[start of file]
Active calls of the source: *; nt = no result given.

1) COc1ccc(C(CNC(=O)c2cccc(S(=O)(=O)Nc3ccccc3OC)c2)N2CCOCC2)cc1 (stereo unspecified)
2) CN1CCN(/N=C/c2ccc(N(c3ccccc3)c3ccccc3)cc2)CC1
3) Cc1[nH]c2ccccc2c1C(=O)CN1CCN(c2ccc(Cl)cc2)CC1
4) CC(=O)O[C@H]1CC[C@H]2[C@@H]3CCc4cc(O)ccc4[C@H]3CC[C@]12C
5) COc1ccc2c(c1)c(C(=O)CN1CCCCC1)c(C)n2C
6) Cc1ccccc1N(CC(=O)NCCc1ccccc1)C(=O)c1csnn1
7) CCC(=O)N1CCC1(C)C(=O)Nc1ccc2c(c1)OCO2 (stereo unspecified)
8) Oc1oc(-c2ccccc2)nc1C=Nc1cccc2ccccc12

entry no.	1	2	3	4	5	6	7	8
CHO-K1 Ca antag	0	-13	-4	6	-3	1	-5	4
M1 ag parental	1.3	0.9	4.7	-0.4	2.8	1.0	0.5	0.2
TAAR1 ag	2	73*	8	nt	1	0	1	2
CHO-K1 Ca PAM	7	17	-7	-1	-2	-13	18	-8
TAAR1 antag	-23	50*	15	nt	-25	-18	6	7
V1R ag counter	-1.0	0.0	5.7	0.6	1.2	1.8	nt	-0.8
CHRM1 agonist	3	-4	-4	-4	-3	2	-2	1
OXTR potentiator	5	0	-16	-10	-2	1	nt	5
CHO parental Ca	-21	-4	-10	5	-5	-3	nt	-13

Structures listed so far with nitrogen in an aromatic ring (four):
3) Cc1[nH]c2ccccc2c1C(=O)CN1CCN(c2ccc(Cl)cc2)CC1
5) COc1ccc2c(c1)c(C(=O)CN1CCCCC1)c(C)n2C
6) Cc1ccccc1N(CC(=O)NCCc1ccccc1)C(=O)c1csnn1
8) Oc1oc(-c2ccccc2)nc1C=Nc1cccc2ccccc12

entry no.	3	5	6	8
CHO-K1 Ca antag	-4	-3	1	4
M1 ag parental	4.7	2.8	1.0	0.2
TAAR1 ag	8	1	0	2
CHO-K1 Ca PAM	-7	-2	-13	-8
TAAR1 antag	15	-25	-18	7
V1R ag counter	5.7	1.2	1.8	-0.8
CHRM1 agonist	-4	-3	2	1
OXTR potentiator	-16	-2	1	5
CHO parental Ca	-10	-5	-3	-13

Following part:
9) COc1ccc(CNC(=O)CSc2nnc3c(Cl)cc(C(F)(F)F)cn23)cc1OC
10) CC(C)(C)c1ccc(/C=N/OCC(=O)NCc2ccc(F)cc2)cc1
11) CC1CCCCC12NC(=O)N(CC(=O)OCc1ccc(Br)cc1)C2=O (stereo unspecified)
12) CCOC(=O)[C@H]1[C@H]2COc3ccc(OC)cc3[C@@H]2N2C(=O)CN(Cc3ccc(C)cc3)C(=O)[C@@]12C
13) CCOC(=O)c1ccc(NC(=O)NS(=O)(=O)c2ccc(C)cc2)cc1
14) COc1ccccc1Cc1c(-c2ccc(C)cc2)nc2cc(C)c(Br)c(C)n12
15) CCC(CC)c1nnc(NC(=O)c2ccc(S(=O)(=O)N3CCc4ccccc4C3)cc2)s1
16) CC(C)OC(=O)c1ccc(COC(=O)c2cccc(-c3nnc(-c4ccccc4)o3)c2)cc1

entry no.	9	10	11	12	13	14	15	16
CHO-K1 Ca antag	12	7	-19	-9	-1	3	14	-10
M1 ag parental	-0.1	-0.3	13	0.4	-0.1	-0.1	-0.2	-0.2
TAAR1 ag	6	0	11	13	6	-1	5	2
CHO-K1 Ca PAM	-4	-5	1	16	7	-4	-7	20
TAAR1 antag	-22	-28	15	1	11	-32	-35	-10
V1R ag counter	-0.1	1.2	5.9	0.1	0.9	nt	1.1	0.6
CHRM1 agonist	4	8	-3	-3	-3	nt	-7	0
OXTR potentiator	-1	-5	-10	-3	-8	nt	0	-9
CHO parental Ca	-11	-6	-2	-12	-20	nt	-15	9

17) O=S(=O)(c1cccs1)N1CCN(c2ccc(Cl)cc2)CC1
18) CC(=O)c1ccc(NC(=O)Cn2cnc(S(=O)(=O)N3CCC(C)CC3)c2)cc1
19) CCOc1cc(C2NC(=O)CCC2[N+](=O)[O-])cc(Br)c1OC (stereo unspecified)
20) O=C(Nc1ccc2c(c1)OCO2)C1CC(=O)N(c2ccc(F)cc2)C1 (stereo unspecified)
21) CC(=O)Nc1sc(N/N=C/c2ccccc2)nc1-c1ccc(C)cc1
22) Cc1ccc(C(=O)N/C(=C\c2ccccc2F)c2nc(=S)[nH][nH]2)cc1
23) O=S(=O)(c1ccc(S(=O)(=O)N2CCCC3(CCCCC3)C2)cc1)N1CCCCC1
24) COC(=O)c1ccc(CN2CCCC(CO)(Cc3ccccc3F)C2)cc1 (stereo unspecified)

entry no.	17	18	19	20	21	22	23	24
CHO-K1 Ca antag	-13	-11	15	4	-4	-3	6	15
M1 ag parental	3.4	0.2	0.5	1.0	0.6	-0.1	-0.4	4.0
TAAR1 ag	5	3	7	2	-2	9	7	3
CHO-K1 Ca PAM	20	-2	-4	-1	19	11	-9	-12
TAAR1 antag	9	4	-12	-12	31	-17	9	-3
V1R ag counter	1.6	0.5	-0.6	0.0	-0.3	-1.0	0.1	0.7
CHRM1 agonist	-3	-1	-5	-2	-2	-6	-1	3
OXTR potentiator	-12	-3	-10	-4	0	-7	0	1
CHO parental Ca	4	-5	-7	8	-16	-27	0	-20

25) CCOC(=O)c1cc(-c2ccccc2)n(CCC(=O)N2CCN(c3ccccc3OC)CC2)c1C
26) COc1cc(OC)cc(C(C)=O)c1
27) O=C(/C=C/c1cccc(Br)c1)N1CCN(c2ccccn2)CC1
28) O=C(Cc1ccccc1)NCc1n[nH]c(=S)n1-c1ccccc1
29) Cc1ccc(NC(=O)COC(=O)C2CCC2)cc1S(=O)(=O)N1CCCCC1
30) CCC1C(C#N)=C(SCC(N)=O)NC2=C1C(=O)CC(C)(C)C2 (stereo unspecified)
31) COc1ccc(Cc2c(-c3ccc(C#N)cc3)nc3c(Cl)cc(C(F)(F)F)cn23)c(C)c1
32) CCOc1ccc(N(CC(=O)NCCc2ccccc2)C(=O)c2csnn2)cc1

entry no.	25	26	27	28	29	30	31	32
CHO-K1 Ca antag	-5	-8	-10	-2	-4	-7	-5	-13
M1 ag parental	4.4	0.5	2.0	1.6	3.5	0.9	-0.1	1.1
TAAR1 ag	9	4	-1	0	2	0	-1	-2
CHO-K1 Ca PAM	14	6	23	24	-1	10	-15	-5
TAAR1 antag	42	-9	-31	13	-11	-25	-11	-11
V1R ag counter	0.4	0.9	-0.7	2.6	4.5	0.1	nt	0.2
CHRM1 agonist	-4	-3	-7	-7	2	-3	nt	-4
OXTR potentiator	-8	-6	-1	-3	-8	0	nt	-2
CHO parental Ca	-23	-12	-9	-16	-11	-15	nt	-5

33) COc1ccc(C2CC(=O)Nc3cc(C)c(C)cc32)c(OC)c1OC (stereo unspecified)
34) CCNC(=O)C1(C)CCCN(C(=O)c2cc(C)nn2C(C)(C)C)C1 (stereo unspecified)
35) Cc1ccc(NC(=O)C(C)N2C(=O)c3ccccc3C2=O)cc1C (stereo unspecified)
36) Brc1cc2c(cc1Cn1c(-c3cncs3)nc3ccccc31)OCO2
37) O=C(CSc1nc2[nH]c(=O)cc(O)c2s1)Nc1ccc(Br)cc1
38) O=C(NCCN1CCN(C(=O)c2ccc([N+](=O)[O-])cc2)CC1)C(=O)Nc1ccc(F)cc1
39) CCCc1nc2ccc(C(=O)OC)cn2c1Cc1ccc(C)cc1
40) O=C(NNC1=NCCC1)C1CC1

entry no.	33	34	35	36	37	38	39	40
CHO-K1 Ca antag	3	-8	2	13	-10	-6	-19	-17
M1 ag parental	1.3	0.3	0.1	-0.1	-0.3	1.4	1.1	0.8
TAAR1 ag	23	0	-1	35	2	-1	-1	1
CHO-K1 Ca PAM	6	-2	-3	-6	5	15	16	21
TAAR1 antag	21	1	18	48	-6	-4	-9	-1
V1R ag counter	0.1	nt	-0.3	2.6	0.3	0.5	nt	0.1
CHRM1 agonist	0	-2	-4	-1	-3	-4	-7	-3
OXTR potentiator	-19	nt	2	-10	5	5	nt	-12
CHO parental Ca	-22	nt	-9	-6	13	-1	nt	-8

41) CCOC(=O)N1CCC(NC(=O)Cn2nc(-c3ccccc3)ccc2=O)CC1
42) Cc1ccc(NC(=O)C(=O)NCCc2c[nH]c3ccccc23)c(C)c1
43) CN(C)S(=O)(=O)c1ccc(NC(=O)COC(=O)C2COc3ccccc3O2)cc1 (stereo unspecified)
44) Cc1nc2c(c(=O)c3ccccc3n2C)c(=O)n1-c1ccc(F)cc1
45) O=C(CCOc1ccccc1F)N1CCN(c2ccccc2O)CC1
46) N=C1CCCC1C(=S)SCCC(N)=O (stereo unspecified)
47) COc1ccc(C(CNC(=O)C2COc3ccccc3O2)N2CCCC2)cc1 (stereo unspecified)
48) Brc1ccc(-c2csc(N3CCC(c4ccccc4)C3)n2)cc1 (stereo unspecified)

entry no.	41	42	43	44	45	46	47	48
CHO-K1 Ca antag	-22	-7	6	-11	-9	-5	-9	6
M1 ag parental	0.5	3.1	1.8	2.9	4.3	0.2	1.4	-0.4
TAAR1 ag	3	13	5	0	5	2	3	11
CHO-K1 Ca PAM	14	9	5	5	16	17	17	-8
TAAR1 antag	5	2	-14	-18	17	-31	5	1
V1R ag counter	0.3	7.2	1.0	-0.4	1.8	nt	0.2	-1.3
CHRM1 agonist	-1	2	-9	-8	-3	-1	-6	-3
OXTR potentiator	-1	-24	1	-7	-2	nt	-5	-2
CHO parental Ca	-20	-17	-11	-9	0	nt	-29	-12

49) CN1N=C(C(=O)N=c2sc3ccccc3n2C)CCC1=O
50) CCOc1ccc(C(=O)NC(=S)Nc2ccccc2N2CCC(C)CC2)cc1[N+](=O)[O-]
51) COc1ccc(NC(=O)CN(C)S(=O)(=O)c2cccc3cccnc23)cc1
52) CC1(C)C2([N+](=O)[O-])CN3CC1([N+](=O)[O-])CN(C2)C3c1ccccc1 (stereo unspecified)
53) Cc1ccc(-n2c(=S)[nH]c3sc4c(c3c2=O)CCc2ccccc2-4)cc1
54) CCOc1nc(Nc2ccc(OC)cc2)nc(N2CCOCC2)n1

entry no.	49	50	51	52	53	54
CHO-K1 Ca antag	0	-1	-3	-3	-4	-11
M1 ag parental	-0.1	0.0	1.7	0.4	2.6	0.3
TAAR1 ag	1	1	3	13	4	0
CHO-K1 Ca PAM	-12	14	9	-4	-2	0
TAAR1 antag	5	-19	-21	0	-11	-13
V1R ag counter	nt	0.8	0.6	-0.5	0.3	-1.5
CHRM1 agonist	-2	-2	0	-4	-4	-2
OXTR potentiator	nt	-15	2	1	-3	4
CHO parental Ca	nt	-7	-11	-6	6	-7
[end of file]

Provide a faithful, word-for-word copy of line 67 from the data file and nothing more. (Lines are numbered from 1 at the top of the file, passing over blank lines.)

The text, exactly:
TAAR1 antag	9	4	-12	-12	31	-17	9	-3